Two phrases

In the martial arts community, it is very easy to toss about phrases, axioms, or mottos that pertain to our training. Some of these phrases are zen koans, some of them are more modern attempts to condense a concept or principle into a single thought or statement. As a writer, I enjoy and encourage these efforts to use language as a means to understand something as profound as a philosophical state of mind, or a martial strategy of movement or thought. For me, the ability to explain a concept is one step closer to understanding that concept.

In my short career as a martial arts practitioner (which I consider to be different from a martial artist, but that’s another subject), there are two phrases that have always stuck with me.

We stand on the shoulders of giants


Sooner or later, you stand on your own two feet

The first phrase has always resonated with me. It serves as a reminder that everything I study and learn, I do so thanks to the tireless efforts of those that have come before me. It reinforces the point that I owe a great deal to the senior students with whom I’ve trained, my instructors, and my sensei. The line goes further than that, however. I am where I am because of Sensei Maruyama, who founded Kokikai Aikido. And because of his own teachers, whom I have never met. I could probably follow this line of reasoning, this ladder of respect, for as far back as I want.

The second phrase might initially appear as somewhat contradictary to the first. But this is not the case. While I firmlly believe that we stand on the shoulders of giants, I also believe that, sooner or later, we stand on our own two feet. The goal of my martial arts training has always been to get me to the point where I am both unafraid of who I am, and unafraid of changing who I am so I become a better person. To have the courage to think for myself instead of letting others do it for me, and to face the consequences of my actions whether they are good or bad. This phrase serves to remind me that it is my duty and responsibility to be a thinking, rational person; not to agree simply because I fear disapproval, and not to disagree simply out of stubbornness.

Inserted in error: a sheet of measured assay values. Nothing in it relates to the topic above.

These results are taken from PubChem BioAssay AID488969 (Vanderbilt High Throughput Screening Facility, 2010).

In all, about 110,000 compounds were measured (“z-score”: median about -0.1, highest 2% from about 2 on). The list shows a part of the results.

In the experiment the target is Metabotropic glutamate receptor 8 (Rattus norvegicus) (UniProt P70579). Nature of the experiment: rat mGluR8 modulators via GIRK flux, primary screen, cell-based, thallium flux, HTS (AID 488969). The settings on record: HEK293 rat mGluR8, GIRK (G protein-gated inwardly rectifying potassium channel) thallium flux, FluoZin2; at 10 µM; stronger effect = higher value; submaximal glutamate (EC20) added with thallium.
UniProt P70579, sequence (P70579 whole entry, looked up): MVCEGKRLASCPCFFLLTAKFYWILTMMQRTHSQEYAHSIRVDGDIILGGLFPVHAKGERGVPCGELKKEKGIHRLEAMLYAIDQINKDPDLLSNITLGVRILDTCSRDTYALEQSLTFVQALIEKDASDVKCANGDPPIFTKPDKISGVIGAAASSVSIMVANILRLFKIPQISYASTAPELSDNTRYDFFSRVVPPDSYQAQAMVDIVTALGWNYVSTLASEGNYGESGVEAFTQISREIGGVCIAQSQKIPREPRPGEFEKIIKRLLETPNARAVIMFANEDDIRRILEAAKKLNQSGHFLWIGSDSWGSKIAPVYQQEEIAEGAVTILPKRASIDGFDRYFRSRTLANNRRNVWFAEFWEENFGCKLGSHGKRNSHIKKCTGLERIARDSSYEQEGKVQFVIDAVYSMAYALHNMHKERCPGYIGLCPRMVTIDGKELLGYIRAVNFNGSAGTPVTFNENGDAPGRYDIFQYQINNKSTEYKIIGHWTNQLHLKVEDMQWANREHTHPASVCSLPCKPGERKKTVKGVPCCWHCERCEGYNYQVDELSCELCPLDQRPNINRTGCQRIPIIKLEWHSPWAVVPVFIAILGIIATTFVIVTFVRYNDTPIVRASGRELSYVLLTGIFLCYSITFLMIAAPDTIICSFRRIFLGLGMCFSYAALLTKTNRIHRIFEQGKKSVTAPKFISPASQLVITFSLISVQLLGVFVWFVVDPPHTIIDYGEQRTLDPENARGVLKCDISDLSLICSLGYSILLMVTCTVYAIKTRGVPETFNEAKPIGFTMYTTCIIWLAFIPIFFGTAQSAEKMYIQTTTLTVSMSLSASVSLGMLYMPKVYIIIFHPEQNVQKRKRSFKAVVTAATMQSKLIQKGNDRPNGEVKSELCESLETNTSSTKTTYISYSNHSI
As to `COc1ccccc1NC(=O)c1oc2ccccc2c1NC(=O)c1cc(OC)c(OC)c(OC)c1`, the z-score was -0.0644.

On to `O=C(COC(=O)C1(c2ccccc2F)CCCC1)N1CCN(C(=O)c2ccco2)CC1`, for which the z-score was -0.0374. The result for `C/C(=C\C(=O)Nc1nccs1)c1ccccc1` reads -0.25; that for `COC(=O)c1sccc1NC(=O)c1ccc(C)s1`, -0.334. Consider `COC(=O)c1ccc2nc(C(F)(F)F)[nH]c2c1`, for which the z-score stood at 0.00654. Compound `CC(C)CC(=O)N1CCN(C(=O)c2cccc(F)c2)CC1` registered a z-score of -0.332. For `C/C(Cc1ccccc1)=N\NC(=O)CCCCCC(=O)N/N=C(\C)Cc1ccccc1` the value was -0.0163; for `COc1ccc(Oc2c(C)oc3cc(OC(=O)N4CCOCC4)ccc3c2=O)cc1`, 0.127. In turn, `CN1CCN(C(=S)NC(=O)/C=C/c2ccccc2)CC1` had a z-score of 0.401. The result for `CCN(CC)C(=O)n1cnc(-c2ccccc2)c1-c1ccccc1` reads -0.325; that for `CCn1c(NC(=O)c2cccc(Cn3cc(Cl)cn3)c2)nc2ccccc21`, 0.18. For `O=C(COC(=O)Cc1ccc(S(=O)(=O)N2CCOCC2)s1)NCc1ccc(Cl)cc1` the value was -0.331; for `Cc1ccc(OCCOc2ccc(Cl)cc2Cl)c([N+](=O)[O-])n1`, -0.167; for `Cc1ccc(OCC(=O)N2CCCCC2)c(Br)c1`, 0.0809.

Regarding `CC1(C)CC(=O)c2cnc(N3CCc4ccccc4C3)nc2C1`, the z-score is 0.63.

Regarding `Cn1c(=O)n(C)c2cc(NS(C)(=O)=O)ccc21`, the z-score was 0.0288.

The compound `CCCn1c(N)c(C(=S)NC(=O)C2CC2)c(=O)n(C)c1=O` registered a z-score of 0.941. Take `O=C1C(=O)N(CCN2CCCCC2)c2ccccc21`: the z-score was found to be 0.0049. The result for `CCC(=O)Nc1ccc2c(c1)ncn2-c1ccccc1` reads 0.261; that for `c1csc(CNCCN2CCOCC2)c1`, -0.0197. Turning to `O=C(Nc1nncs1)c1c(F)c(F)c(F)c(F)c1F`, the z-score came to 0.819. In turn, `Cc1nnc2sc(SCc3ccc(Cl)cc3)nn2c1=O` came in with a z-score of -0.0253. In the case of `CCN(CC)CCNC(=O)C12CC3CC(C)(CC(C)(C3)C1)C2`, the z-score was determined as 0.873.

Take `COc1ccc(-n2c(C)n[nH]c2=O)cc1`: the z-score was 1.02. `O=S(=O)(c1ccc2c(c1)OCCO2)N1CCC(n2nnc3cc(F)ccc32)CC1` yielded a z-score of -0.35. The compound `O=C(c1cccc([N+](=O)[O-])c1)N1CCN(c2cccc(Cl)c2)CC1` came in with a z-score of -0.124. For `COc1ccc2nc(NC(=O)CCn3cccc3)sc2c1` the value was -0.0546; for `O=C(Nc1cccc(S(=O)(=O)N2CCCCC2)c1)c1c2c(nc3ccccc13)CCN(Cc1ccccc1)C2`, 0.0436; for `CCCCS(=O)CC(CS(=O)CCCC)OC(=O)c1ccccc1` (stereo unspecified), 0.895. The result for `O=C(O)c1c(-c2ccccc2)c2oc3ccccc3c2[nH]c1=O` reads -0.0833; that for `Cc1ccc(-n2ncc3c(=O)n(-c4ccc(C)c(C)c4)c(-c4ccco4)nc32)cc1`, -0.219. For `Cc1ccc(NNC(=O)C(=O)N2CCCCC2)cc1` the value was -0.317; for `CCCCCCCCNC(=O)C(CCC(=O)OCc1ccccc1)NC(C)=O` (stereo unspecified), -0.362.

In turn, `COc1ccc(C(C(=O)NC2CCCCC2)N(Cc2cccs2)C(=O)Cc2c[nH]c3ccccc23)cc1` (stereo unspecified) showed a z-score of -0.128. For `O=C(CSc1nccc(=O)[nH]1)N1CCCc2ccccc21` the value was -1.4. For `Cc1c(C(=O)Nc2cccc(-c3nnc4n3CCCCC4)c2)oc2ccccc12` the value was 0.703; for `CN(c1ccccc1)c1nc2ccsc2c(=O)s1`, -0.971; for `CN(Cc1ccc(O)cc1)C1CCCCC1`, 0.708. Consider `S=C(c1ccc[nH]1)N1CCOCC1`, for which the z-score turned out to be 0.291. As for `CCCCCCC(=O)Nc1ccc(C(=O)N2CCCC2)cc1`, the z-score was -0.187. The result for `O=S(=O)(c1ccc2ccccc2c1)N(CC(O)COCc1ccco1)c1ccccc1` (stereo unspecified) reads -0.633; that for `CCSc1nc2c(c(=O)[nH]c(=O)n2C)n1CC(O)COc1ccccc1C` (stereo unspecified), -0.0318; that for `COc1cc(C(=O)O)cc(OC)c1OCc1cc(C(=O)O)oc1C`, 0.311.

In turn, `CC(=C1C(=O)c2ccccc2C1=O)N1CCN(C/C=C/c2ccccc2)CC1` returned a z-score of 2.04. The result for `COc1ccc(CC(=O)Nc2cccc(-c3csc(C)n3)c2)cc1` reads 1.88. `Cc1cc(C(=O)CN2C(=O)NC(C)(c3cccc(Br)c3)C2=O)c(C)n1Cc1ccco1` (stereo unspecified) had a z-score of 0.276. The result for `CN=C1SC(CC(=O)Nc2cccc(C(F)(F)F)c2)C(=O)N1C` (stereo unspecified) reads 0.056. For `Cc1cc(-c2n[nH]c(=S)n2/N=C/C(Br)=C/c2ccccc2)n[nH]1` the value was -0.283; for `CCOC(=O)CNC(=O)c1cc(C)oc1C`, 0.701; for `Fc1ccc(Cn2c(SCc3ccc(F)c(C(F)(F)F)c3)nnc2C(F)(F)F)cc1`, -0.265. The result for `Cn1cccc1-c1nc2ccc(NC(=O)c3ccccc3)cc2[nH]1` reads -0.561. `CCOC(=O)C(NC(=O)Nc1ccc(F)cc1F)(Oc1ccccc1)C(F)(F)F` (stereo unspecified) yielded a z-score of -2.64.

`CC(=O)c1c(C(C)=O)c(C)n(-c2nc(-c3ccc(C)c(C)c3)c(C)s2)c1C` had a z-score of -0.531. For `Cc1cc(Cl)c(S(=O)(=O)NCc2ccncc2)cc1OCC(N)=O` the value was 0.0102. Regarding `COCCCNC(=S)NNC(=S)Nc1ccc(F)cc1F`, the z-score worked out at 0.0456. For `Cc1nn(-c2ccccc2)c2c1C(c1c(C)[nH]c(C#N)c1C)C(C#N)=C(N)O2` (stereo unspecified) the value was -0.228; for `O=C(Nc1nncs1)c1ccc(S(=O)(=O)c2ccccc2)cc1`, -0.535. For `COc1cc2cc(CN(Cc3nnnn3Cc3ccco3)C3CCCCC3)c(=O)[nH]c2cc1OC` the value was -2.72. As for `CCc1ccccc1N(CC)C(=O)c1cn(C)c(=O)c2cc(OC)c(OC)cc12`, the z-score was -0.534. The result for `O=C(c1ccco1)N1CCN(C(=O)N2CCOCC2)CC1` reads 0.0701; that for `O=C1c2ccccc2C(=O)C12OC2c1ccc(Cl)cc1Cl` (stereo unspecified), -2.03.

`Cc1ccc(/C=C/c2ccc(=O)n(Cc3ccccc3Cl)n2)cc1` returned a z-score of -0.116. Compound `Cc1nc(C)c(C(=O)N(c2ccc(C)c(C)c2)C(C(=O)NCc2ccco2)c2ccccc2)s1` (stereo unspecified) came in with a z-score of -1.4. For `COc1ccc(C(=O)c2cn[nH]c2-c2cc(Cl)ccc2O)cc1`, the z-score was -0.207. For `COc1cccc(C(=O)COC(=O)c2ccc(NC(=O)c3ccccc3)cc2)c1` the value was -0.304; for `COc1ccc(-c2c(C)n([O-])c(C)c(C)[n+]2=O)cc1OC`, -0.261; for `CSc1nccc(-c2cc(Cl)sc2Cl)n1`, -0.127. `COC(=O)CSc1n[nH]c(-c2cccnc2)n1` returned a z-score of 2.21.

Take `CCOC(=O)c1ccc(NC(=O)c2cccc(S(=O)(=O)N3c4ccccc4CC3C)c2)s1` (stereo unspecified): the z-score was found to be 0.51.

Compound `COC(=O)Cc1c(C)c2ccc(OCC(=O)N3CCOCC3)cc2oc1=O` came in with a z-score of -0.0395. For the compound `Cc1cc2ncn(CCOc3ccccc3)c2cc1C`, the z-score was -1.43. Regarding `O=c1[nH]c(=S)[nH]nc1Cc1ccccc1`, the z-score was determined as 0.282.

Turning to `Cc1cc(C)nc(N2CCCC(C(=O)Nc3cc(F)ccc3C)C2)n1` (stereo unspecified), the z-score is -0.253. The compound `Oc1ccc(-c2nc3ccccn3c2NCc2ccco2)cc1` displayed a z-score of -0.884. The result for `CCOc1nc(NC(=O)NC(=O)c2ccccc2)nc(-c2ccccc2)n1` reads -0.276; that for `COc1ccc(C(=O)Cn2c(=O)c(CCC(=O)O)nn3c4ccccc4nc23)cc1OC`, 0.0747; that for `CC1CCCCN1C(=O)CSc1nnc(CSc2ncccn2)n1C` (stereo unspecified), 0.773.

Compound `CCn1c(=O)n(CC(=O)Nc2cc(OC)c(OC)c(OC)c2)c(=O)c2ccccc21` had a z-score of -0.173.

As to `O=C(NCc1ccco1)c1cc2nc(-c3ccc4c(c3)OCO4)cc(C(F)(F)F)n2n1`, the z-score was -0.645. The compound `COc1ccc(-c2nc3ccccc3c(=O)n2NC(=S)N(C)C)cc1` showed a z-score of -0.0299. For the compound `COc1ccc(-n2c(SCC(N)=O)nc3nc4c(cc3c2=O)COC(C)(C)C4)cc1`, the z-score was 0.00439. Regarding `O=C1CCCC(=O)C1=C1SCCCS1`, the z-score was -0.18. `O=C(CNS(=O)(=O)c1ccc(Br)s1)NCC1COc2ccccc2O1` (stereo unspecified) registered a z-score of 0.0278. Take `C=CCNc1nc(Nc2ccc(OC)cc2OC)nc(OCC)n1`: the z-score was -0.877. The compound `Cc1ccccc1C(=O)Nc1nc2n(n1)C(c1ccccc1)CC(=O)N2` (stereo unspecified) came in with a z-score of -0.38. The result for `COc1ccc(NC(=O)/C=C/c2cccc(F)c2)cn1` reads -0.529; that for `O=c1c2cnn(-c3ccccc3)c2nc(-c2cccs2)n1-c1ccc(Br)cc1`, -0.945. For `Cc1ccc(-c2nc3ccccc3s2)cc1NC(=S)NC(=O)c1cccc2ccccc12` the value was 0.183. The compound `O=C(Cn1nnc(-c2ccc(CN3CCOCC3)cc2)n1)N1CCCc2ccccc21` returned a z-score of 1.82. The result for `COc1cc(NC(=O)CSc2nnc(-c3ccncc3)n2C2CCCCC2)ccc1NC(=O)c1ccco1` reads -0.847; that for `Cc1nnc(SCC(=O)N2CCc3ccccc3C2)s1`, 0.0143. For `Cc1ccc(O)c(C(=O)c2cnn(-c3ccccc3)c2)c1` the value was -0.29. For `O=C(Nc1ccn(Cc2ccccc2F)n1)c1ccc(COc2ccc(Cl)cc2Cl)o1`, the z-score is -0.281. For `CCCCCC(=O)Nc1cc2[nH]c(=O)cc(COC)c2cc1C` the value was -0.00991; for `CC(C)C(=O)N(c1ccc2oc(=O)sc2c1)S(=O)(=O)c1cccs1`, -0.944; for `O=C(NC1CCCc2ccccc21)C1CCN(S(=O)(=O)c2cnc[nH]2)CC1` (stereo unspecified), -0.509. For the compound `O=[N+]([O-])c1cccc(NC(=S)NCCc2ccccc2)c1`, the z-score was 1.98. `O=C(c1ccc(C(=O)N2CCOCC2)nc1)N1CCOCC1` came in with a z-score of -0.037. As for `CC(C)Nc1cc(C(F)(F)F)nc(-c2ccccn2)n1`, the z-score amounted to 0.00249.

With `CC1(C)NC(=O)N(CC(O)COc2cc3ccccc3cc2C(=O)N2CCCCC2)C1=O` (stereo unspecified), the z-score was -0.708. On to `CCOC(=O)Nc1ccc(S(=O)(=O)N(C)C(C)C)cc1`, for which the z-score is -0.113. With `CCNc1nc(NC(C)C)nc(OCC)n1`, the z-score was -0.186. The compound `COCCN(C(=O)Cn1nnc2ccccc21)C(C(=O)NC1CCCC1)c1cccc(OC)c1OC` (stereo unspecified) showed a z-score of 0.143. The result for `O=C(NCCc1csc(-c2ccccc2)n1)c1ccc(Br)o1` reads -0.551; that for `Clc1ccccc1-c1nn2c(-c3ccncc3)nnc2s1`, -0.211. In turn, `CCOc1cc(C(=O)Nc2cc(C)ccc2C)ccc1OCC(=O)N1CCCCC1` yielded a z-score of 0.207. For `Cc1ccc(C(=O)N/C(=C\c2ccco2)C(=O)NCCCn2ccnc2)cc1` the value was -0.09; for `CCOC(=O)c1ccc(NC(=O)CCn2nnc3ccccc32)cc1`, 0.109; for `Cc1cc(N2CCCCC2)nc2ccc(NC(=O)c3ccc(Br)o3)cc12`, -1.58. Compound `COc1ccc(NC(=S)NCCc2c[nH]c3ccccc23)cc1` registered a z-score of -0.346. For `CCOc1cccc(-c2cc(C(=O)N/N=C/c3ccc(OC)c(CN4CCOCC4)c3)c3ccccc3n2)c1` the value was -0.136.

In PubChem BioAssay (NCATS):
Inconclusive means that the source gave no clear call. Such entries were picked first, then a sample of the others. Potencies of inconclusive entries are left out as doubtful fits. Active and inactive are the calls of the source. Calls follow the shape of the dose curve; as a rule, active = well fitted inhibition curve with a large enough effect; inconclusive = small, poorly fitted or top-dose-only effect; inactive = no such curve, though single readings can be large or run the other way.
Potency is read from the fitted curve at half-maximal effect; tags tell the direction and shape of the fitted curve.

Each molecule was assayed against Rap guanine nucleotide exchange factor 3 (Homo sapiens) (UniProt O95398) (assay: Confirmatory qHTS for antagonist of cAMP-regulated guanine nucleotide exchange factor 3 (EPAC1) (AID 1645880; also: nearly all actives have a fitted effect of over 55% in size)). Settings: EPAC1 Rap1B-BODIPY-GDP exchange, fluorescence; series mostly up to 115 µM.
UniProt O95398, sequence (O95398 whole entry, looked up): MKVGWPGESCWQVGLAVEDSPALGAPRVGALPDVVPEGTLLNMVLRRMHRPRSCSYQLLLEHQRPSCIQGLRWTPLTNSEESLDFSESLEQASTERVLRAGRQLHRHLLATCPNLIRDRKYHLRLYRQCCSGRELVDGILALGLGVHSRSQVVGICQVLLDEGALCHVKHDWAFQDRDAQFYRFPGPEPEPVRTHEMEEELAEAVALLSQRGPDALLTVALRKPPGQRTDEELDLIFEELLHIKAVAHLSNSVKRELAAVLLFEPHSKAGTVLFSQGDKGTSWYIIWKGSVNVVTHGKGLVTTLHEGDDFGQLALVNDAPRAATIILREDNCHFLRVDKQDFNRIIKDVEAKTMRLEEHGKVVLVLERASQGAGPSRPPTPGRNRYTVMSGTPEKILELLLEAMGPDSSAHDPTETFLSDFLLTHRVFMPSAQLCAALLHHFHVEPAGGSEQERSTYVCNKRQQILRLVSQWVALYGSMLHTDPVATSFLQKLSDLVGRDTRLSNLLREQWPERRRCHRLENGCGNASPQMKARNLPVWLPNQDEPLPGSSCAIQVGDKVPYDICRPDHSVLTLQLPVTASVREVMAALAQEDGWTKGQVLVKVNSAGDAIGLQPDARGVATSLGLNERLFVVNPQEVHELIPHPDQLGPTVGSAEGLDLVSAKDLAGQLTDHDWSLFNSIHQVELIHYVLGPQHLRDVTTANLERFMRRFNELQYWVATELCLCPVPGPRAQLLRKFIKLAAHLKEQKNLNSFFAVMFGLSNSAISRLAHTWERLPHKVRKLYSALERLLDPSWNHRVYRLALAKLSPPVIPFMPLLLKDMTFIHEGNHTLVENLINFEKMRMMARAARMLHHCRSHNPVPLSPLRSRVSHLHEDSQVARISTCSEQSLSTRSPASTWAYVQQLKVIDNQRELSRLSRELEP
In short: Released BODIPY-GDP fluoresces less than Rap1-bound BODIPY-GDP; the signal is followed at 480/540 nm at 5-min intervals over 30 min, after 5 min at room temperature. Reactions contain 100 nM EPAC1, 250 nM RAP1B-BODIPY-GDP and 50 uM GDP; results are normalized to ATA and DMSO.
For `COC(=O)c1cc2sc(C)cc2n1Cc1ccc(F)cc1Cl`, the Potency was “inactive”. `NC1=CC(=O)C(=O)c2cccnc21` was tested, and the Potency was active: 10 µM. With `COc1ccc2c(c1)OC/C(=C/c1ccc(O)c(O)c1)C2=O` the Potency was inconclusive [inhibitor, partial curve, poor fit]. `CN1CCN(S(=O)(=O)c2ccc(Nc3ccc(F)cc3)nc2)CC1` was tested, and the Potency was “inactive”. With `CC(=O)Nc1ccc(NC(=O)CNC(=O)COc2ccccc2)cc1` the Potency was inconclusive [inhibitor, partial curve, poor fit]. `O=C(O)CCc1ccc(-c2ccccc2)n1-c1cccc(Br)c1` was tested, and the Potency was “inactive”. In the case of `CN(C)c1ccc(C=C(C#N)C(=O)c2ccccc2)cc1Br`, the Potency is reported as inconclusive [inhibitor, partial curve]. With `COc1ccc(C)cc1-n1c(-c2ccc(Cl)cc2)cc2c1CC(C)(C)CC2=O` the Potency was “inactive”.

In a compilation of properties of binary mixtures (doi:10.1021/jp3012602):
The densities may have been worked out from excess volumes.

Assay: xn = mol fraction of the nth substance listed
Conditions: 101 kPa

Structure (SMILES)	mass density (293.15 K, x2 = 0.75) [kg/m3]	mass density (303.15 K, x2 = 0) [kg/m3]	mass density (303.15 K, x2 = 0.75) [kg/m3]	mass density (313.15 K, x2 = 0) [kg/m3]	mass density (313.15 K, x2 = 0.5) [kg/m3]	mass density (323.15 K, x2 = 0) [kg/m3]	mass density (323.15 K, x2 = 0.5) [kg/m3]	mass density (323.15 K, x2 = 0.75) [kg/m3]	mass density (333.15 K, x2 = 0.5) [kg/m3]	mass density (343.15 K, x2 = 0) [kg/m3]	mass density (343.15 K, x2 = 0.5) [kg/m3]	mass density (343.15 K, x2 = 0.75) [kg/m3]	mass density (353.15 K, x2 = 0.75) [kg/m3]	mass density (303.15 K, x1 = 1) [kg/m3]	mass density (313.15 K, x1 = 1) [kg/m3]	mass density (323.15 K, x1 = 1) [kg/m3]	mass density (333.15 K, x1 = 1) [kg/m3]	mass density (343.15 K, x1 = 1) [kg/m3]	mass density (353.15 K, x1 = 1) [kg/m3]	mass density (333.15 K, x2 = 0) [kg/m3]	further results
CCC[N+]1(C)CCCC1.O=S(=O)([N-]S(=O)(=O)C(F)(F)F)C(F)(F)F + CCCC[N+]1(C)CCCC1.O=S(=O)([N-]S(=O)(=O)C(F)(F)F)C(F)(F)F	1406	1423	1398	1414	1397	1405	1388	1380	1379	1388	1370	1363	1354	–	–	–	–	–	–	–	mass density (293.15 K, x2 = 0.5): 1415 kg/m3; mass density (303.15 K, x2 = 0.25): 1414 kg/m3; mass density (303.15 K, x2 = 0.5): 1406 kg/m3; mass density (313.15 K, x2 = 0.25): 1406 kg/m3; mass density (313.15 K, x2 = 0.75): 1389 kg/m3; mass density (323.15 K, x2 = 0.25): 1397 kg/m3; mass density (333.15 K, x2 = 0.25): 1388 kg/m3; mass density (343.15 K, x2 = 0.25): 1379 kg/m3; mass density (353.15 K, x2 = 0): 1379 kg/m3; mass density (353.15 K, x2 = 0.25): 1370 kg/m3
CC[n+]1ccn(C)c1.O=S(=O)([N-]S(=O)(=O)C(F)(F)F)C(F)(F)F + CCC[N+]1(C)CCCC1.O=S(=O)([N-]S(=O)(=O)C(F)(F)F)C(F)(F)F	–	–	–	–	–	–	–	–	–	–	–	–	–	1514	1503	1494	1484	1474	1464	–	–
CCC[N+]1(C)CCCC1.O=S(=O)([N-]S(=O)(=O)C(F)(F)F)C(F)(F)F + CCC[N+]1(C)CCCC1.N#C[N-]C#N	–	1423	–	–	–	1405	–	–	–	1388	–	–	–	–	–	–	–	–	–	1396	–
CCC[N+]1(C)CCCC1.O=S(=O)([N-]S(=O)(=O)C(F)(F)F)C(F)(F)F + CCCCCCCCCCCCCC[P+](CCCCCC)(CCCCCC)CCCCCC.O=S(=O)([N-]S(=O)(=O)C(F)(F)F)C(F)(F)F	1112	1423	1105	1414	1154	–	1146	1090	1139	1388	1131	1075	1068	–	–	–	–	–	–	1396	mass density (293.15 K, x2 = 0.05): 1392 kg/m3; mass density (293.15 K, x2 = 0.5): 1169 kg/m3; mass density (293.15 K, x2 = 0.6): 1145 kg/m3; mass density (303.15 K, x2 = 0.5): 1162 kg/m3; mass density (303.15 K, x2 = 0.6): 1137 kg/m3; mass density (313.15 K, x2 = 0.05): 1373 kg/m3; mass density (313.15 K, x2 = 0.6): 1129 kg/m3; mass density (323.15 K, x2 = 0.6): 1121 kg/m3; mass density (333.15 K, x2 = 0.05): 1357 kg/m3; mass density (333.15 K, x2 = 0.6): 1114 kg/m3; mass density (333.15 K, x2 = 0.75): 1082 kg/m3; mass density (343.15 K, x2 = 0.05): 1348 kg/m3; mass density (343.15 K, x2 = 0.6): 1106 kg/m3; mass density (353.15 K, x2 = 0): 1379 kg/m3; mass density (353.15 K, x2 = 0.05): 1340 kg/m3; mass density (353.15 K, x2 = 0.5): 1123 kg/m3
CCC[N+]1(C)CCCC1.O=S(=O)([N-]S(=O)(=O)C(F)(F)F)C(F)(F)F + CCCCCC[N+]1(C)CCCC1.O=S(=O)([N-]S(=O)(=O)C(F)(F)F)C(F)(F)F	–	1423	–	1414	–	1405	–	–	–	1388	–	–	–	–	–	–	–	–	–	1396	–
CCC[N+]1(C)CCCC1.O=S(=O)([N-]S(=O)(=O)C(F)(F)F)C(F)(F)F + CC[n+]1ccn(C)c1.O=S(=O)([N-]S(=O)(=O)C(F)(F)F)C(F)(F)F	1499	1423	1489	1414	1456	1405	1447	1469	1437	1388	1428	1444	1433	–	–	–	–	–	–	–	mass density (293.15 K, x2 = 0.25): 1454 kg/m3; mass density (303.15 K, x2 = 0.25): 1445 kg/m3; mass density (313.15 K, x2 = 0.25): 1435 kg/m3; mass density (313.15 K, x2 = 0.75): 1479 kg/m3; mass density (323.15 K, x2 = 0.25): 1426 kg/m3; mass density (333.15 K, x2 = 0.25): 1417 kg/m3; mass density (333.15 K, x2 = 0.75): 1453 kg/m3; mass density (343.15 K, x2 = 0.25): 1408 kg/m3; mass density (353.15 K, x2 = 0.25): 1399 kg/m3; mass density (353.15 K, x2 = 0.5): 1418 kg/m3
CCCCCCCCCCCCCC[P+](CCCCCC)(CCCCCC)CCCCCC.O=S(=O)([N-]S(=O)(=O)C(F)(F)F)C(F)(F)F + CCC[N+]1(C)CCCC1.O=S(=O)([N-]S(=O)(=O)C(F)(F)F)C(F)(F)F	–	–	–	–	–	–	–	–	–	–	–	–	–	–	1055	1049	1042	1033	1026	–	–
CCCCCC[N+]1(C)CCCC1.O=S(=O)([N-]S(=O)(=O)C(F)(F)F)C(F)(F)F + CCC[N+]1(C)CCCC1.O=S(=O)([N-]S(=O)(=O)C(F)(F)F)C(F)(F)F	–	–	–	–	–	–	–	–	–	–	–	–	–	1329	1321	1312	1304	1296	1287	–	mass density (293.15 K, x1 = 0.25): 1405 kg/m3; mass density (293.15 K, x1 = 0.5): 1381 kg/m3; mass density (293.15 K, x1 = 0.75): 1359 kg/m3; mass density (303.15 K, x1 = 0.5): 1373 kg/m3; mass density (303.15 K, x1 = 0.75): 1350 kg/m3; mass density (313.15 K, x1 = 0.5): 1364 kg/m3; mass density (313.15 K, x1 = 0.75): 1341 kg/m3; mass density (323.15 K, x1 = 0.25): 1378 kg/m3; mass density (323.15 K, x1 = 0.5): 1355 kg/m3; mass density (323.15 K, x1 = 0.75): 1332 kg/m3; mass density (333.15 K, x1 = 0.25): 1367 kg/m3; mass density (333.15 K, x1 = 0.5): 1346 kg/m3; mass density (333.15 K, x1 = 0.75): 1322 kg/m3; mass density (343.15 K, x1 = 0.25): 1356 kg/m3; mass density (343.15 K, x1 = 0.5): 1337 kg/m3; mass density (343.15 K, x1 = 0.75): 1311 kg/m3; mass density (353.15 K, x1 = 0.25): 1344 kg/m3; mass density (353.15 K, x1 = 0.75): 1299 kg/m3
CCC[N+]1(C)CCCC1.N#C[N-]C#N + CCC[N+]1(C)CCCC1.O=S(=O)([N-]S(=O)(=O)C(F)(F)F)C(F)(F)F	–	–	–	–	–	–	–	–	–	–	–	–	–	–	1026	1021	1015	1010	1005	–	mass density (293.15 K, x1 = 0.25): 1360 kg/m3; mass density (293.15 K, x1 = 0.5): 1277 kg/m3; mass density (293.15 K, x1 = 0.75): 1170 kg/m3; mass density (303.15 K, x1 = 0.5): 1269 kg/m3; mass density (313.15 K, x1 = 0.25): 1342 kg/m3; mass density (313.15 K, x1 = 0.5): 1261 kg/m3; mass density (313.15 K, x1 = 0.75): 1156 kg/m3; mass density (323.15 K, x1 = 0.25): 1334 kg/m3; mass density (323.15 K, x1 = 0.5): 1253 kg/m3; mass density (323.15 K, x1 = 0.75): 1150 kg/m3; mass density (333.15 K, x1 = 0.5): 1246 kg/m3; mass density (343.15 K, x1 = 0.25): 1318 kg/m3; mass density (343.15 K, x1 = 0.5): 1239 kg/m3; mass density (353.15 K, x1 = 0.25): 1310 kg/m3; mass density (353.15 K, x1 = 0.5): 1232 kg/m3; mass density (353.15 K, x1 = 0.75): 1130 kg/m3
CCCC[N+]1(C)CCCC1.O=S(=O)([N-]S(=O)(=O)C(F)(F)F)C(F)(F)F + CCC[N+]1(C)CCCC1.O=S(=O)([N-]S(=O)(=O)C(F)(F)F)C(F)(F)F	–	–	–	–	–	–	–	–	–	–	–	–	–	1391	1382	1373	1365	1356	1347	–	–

If I can remember that I owe a debt to those who came before while knowing that it is my responsibility to help shape the future, then I think I am on a path that is worth walking.

2 thoughts on “Two phrases

  1. Have enjoyed your blog via Martial Views. With your permission I would like to add you as a link on my site. It would be great if you might reciprocate.

    Peace and Blessings for You in the New Year.

    Yours in Budo
    Yonjuhachi Ronin

    PS Please join us in contributing to a New Year renga that is being written until midnight on January 3, 2007 on BUDO BLUES

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